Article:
October 30, 2012
Our CR-V's oil life is down to 15 percent now. We're at nearly 11,000 miles. In-house Jedi wrench Dan Edmunds changed the oil at around 3,100 miles, ahead of the recommended interval due to our initial track test regimen and Dan's subsequent road trip (read his post for a fuller explanation).
So we're at 8,000 miles on the current oil. The "B1" notification also reminds us that it's time for a full complement of factory recommended services: oil change, brake service, tire rotation, regular inspection of links, hoses, lines and levels.
I'm guessing we'll get it in for service (or DIY-it again) soon enough. How long should we wait? Should we take the oil down to zero percent and just thicken it with metal flake?
In times like this, it's helpful to ask: What Would Soichiro Do?
Dan Frio, Automotive Editor
October 02, 2012
When we first reported a recall on the 2013 Honda CR-V for door latch failures, parts were not yet available at dealerships. Now they are in stock. So we called our local shop, Honda of Santa Monica to schedule service.
Renovations didn't seem to slow the process. This was a reasonably quick fix. Both front door latches and handles were replaced under warranty in about two hours, as promised. Now we are back on the road.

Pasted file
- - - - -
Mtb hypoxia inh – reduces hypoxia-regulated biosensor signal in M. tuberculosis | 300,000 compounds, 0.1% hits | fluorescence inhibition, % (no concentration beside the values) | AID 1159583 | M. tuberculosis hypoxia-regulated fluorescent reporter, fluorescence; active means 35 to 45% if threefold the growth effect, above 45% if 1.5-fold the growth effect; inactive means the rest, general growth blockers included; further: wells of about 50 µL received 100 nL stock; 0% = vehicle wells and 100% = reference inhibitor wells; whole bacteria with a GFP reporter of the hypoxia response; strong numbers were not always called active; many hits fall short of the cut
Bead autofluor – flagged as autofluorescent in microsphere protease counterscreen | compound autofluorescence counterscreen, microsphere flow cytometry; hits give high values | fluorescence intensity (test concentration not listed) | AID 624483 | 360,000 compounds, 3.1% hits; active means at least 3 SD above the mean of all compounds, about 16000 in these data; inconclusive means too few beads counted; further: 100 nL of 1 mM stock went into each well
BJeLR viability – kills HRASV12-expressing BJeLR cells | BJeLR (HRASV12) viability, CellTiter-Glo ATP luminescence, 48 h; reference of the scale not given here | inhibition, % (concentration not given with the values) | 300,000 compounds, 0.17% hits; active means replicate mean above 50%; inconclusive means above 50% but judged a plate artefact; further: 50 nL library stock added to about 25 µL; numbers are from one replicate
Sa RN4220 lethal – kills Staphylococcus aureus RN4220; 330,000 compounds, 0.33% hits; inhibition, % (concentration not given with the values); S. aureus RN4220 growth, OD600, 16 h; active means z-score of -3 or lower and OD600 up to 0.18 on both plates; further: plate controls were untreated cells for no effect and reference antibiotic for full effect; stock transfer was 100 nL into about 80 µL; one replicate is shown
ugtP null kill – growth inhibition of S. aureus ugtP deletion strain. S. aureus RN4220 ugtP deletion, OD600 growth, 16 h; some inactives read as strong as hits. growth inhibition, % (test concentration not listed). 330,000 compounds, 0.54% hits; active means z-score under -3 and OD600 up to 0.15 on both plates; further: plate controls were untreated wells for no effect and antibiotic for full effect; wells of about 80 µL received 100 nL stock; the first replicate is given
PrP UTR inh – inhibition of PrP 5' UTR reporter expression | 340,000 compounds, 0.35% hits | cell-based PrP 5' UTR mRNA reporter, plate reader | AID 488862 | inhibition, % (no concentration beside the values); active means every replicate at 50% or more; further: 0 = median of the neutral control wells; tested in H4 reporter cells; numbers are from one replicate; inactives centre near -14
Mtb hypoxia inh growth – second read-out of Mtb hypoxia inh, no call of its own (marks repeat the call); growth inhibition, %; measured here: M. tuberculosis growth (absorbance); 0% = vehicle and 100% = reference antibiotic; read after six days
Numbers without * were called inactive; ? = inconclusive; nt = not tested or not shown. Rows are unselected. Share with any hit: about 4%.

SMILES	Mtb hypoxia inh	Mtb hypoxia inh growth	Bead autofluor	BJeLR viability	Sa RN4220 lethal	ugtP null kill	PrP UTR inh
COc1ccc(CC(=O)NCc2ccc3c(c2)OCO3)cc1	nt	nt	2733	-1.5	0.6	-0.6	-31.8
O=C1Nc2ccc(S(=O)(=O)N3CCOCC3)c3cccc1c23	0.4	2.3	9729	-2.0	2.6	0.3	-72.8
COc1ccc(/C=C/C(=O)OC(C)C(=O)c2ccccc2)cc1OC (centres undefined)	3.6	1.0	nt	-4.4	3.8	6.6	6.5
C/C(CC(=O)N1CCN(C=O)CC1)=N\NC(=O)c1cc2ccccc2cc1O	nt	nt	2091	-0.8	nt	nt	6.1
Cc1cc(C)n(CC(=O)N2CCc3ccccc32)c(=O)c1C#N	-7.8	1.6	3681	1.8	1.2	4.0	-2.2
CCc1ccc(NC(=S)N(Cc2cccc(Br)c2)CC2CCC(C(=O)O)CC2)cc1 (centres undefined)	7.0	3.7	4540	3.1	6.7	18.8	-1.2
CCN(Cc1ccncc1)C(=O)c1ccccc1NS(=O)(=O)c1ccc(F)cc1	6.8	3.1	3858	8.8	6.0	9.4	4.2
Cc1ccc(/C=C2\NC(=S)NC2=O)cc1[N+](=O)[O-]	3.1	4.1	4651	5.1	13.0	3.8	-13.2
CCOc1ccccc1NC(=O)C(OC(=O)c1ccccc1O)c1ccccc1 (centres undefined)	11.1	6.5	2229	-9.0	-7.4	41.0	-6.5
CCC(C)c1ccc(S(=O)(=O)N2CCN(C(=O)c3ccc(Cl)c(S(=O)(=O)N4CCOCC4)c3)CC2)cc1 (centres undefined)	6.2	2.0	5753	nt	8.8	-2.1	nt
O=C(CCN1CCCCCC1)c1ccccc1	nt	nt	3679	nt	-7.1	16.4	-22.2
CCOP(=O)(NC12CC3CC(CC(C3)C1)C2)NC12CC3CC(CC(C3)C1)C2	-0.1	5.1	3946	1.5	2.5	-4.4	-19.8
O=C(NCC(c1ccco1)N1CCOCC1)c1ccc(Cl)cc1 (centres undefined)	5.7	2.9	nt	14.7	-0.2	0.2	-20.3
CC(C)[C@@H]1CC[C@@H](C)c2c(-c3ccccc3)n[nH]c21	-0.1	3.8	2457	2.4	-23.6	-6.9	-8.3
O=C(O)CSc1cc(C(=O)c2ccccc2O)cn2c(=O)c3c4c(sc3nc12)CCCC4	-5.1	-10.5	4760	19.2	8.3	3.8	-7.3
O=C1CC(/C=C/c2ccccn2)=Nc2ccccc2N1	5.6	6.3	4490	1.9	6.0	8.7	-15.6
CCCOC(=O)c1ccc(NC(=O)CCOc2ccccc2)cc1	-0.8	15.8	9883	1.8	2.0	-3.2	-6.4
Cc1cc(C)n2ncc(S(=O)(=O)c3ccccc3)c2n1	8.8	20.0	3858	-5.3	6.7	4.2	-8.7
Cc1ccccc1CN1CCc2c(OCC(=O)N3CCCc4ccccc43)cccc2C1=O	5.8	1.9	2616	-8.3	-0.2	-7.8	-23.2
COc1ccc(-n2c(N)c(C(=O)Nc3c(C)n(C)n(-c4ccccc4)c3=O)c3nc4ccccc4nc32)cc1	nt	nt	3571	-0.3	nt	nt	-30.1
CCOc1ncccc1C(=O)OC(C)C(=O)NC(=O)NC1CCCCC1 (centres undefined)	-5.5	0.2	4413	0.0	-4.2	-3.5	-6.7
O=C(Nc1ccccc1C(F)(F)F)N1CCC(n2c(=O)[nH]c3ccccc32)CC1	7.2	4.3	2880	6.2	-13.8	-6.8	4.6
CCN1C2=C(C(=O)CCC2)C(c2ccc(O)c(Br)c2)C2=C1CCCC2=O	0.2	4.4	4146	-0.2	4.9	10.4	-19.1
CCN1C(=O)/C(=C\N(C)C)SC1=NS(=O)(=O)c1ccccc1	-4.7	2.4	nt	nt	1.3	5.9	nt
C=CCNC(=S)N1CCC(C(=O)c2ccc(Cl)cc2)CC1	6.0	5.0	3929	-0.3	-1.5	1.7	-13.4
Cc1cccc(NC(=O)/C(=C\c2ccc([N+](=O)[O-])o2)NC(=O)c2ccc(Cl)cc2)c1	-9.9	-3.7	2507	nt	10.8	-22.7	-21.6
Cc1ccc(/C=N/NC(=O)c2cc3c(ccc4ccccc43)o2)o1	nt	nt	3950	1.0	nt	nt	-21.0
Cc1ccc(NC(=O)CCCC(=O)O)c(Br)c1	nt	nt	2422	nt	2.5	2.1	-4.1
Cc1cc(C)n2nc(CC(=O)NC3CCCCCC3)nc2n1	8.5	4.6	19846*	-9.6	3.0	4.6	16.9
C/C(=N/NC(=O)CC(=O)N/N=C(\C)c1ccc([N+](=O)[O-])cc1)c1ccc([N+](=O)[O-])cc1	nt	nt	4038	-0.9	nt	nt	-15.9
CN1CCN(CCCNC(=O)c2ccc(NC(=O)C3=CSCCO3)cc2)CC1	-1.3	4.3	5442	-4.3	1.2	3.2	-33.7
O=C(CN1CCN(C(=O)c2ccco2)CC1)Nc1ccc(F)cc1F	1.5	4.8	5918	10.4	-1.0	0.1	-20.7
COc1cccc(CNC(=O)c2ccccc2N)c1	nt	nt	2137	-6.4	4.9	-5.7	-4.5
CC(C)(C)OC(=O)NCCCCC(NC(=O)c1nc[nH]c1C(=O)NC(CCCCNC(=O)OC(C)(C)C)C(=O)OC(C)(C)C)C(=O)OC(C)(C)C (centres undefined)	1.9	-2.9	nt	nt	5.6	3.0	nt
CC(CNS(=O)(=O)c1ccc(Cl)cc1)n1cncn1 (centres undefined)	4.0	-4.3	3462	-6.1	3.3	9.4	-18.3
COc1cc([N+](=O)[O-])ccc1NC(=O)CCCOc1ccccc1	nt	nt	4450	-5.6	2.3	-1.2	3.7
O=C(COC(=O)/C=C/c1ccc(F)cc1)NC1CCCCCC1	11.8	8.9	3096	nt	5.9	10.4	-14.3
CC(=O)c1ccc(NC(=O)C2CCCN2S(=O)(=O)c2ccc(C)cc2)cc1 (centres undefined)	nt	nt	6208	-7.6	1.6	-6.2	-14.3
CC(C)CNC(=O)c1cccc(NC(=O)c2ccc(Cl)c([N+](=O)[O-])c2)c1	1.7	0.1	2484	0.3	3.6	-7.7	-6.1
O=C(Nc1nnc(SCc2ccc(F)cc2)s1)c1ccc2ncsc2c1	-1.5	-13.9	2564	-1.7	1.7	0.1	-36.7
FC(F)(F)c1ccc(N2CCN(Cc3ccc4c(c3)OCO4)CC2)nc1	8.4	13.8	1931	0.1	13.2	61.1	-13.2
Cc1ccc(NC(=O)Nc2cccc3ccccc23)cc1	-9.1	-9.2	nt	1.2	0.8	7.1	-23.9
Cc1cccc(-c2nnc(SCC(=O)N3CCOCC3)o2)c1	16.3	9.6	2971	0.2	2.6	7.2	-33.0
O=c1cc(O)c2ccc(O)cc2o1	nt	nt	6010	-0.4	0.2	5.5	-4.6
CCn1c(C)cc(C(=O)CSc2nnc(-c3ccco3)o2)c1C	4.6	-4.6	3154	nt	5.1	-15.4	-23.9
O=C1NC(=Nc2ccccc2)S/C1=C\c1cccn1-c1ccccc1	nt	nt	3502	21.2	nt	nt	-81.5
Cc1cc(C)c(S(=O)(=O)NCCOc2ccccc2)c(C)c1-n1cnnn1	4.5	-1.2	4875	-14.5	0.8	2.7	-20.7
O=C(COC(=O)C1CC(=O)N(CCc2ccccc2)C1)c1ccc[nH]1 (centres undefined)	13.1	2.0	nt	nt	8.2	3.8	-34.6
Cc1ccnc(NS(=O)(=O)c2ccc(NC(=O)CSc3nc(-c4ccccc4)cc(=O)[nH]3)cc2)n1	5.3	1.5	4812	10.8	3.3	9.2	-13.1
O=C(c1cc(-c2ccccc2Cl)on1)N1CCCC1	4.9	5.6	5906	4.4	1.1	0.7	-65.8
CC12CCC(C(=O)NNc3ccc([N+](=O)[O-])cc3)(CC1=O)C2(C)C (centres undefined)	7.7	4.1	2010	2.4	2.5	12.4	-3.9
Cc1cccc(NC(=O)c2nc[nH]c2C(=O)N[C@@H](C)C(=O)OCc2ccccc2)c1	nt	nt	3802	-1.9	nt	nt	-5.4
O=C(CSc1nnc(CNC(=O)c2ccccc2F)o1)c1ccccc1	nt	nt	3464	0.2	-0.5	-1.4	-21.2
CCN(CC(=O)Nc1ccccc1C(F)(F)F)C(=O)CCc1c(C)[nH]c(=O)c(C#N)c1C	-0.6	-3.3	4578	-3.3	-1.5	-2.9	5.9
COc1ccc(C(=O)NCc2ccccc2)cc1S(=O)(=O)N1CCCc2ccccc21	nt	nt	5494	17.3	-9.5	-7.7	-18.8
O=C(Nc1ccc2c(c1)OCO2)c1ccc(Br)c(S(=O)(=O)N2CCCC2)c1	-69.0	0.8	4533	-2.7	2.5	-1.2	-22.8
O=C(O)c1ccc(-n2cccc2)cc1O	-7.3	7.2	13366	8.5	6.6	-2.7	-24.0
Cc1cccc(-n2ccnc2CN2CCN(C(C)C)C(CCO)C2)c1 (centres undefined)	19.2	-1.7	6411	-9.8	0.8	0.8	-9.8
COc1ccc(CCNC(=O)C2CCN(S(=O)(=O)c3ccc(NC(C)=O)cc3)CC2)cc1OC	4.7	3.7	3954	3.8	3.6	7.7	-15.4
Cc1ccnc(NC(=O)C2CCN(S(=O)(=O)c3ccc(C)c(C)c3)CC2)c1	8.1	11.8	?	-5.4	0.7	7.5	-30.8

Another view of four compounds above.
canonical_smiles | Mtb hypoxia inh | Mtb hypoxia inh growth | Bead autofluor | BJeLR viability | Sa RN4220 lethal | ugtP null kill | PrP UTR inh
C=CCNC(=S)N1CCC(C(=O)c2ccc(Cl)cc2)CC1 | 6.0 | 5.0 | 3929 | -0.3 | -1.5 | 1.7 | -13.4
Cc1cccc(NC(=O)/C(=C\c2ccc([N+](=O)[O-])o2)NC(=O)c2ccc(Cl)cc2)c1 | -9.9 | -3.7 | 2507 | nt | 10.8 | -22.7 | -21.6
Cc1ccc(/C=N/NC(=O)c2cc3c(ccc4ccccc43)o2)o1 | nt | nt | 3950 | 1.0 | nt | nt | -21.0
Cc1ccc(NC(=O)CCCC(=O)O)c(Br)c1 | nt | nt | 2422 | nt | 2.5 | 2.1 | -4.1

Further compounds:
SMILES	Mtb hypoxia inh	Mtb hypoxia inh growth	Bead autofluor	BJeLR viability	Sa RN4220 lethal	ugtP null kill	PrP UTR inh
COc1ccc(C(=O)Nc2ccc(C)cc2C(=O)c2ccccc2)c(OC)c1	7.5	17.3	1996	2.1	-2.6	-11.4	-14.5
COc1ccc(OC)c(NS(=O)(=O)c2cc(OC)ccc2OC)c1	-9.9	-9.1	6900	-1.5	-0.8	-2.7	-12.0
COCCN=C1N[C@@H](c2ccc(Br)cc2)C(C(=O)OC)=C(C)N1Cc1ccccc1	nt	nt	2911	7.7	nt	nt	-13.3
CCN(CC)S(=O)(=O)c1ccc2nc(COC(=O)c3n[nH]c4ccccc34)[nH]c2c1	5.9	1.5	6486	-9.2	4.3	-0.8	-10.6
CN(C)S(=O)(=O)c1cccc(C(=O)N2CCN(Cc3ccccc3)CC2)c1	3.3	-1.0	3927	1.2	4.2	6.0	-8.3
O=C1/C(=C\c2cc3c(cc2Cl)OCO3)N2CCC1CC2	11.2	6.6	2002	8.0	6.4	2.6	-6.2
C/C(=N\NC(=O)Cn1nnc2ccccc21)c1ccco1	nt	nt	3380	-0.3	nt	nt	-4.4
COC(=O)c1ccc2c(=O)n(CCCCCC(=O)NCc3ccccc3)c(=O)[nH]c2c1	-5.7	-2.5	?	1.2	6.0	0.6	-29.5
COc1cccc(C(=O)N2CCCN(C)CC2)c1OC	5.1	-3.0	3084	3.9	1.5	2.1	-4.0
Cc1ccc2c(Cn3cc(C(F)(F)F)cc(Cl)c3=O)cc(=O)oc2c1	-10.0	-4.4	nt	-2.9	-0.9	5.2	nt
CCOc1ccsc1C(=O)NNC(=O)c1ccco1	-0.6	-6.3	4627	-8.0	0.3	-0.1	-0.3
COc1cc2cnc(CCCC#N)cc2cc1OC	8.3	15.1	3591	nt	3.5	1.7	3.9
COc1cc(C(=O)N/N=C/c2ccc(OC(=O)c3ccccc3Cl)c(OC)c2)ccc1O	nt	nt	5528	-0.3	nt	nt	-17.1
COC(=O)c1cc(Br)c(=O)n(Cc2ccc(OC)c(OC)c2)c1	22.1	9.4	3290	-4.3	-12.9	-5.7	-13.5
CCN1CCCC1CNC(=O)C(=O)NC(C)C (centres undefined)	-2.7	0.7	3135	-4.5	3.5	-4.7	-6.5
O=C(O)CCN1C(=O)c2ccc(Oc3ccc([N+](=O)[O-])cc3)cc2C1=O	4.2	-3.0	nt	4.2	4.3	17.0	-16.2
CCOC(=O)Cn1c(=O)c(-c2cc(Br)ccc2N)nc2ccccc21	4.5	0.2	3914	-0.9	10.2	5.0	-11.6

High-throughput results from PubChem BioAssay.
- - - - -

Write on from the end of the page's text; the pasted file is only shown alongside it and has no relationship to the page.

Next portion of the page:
Mike Schmidt, Vehicle Testing Manager @ 7,895 miles
August 27, 2012
My use of the 2012 Honda CR-V for last month's trip to Monterey and Oregon came with one caveat: I would have to change the oil (or have someone else change it) before I set out. The hour was late so I decided to do it in my driveway.
I know, I know; 3,099 miles is a bit early according to the maintenance schedule. But the unusual nature of our track testing regimen has led us to halve the interval of the very first oil change. After this we'll stick to the published formula.
This is not something we feel is necessary for everyone. But, let's face it, our test days at Auto Club Speedway are not unlike an autocross weekend. We'd recommend you change your oil more often just the same if you counted autocrossing or track days among your weekend pursuits.
But even this bit of racer wisdom wasn't enough to make this decision on its own. It's also based on multiple new car oil samples we've sent to Blackstone Laboratories. After those tests the folks in Fort Wayne invariably reported back a version of the following: "Nothing looks bad, and prospects for long engine life are good, but we are seeing a wee bit more break-in metal in the oil than usual." Their advice was to do the first oil change early and settle in to normal maintenance after that.
I love it when lab results support gut feelings. And so we have the Edmunds test team oil change procedure for our long term test cars.
Enough back story. Here's how easy it is to change the oil and filter on this new generation of Honda CR-V.
August 08, 2012
Sure, a long road trip doesn't hurt, but our 2012 Honda CR-V has already covered 5,000 miles. It happened a couple of days ago on the way home as we passed Mount Shasta headed south on Interstate 5. We'll add at least 600 more by the time we arrive back at home base.
Dan Edmunds, Director of Vehicle Testing @ 5,000 miles